4. I’m a big believer in a big spoonful of Trader Joe’s raw almond butter. Nut butter can solve any problem 😉

  5. My favorite healing food is avocado & I love guacamole! Excited to try this new recipe.

  6. My favorite recipe is your sweet potato hummus. I can’t count how many times I have made this recipe. The most recent time was this week! Deelish 🙂

  7. I’ve been meaning to try zucchini hummus – thanks for the recipe! Healing foods: I recently learned about the high vitamin C content of kiwis, so I ate several golden kiwis last week to help get over a cold.

  8. I love zucchini and I love hummus! How did I not know you could make zucchini hummus? I’m totally going to try this out. Thank you Gena for sharing the recipe!

  9. today, my favorite healing food is burdock root. i was reminded of how much it soothes me while i sipped on some hot burdock tea this afternoon.

    i had never seen meghan’s name or work before, so i’m thankful for the opportunity to discover and connect with a new-to-me cook whose dietary style and attitudes toward food are so inspiring and healthful. those pancakes look incredible!

  10. I love zucchini hummus and this one looks especially good. If I’m under the weather I’ll have my salad and hummus with some sweet potatoes and brown rice.

  11. I’ve never had zucchini hummus before. I can’t wait to try this recipe.
    My favorite healing recipes are just simple, whole foods meals.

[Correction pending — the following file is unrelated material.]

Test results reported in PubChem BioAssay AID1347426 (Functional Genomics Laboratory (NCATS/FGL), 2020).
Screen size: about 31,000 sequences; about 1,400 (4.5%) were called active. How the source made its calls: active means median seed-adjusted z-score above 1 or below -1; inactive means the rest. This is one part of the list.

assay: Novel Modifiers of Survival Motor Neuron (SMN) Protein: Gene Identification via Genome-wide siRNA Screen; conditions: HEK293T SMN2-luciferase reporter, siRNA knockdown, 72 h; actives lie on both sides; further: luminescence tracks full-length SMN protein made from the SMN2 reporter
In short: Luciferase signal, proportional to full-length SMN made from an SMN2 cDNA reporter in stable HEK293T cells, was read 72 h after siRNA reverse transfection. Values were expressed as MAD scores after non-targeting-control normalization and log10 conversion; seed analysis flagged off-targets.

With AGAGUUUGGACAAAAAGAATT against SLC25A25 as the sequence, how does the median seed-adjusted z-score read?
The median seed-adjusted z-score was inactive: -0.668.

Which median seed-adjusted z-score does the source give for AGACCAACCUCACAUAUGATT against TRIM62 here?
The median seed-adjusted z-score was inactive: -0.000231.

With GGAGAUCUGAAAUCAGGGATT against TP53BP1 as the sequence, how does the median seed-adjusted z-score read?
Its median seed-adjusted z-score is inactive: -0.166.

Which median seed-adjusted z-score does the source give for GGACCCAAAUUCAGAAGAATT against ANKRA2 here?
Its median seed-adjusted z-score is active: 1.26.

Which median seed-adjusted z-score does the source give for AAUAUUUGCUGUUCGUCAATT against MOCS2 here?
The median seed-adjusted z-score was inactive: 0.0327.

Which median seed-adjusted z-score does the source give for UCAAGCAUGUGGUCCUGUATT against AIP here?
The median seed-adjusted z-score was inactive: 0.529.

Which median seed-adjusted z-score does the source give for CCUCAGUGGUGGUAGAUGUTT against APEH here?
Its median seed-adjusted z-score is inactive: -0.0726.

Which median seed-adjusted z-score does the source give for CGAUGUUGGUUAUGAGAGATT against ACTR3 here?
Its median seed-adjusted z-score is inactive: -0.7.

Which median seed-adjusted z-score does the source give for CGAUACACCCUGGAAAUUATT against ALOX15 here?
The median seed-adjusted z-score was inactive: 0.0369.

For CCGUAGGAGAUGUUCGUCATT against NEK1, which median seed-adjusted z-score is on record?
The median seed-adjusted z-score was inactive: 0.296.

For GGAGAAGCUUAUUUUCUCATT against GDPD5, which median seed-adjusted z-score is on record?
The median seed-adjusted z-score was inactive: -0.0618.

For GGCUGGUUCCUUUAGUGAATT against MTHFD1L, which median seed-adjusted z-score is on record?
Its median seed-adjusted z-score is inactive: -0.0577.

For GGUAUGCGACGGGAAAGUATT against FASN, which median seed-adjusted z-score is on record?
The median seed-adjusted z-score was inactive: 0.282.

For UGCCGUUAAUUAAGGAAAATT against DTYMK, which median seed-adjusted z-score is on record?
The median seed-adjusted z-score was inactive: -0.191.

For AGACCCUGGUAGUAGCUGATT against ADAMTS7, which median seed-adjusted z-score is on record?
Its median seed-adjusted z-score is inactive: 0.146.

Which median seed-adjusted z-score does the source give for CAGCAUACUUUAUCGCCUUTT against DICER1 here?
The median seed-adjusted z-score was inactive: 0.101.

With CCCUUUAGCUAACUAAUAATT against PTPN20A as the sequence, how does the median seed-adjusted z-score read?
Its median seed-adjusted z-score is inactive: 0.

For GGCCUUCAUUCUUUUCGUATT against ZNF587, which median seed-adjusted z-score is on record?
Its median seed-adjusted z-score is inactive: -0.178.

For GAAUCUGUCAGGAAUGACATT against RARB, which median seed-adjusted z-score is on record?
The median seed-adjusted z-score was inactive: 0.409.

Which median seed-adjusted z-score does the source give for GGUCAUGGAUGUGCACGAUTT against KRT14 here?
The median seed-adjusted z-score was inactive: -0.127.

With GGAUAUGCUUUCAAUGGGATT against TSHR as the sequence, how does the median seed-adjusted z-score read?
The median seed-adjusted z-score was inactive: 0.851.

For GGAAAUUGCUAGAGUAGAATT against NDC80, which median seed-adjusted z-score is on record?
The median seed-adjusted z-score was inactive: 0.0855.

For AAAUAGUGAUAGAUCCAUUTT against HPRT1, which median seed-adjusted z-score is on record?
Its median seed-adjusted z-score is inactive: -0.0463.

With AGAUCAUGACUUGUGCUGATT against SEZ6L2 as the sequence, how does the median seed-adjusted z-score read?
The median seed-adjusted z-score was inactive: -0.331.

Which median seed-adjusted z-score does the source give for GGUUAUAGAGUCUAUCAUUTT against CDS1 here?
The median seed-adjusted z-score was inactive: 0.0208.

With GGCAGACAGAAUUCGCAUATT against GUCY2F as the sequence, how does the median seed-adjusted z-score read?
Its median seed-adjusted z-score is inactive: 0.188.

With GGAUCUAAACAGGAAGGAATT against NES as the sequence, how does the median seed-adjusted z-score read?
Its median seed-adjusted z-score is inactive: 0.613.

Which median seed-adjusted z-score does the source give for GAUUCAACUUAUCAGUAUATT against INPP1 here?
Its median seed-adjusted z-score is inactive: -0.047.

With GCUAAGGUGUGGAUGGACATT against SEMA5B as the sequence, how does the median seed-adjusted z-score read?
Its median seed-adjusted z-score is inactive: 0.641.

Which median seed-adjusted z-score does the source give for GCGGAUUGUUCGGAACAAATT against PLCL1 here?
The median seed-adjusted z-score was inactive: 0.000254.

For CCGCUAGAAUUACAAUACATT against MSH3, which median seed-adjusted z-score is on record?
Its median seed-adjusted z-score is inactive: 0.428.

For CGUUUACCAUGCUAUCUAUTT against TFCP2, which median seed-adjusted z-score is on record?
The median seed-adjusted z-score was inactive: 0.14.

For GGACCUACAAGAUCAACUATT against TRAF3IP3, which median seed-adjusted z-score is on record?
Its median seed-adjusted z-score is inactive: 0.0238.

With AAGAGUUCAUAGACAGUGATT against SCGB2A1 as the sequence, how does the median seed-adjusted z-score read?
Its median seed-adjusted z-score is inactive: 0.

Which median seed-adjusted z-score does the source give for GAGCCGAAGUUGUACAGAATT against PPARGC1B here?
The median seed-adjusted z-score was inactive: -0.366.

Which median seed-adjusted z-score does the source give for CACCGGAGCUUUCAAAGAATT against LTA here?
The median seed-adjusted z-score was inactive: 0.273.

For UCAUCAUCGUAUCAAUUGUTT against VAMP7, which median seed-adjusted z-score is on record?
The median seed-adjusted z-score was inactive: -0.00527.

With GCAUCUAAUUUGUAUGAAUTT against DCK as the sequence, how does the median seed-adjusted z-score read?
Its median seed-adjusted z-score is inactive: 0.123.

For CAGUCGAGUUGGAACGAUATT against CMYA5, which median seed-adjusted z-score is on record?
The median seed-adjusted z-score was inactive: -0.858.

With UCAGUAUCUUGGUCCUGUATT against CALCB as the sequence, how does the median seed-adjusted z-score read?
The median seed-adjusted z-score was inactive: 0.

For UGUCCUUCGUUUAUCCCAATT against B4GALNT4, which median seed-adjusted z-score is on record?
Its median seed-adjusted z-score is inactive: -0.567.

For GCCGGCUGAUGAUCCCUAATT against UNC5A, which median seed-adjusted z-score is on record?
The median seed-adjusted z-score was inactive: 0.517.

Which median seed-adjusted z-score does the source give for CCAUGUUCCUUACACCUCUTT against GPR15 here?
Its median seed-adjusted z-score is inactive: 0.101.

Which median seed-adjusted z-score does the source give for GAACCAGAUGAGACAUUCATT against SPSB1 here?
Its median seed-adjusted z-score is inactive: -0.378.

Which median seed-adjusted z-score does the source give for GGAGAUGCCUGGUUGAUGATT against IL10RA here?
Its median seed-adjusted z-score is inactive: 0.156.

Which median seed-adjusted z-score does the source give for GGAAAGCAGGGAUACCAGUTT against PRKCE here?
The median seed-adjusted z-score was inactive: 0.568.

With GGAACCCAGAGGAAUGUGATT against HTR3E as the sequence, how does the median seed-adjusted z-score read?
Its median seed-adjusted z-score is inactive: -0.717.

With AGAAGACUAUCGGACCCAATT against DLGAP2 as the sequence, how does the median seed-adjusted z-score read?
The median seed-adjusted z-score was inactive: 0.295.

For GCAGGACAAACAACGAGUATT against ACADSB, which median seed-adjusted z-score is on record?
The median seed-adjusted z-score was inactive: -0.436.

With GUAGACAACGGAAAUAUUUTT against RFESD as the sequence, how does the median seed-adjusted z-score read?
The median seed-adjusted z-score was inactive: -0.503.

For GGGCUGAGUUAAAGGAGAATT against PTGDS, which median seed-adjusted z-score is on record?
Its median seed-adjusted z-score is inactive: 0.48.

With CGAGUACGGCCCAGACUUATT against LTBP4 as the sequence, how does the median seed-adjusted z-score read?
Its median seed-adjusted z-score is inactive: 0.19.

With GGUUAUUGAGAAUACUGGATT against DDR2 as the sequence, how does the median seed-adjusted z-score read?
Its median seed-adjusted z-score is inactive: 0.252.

12. I love hummus and I enjoy trying different variations, like Orange Hummus for instance 🙂 – this zucchini hummus, I’ve got to try for sure!
    By the way, interesting book – it’s great to have recipes that focus on health and wellness as well.

  13. I’m just amazed at all the different things zucchini can be used for. I get the feeling zucchini hummus isn’t anything new, but I hadn’t heard of it before!

  14. Favourite healing food or recipe? Such a tough question! It depends on the season and my mood, but right now I am making both sweet and savoury recipes with all the squash. Pureed soups (I’m planning on making one this weekend with butternut squash) feel very comforting and nourishing at this time of year — good for the body, but also good for the soul, which to me is key to a “healing” food.

  15. My favorite healing food would have to be Greek yogurt. The probiotics are a welcome addition to my diet.

  16. Is it weird to get really excited about a new-to-me hummus recipe? Ah well, I’m weird then! Looks delish! As far as healing foods go, ginger tops my list. Peppermint is pretty lovely, too, in that soothing kind of way. Many thx for the cookbook giveaway!

  17. I’m not sure if it’s a healing food but I adore avocados and the creaminess they give to everything they are in.

  18. The zucchini hummus looks delicious. I’ll have to try it! My favorite healing food is ginger. I drink it daily with tea. It’s very soothing to me and supposed to help with stomach issues.

  19. I LOVEE zucchini hummus and this looks like a delicious take on it!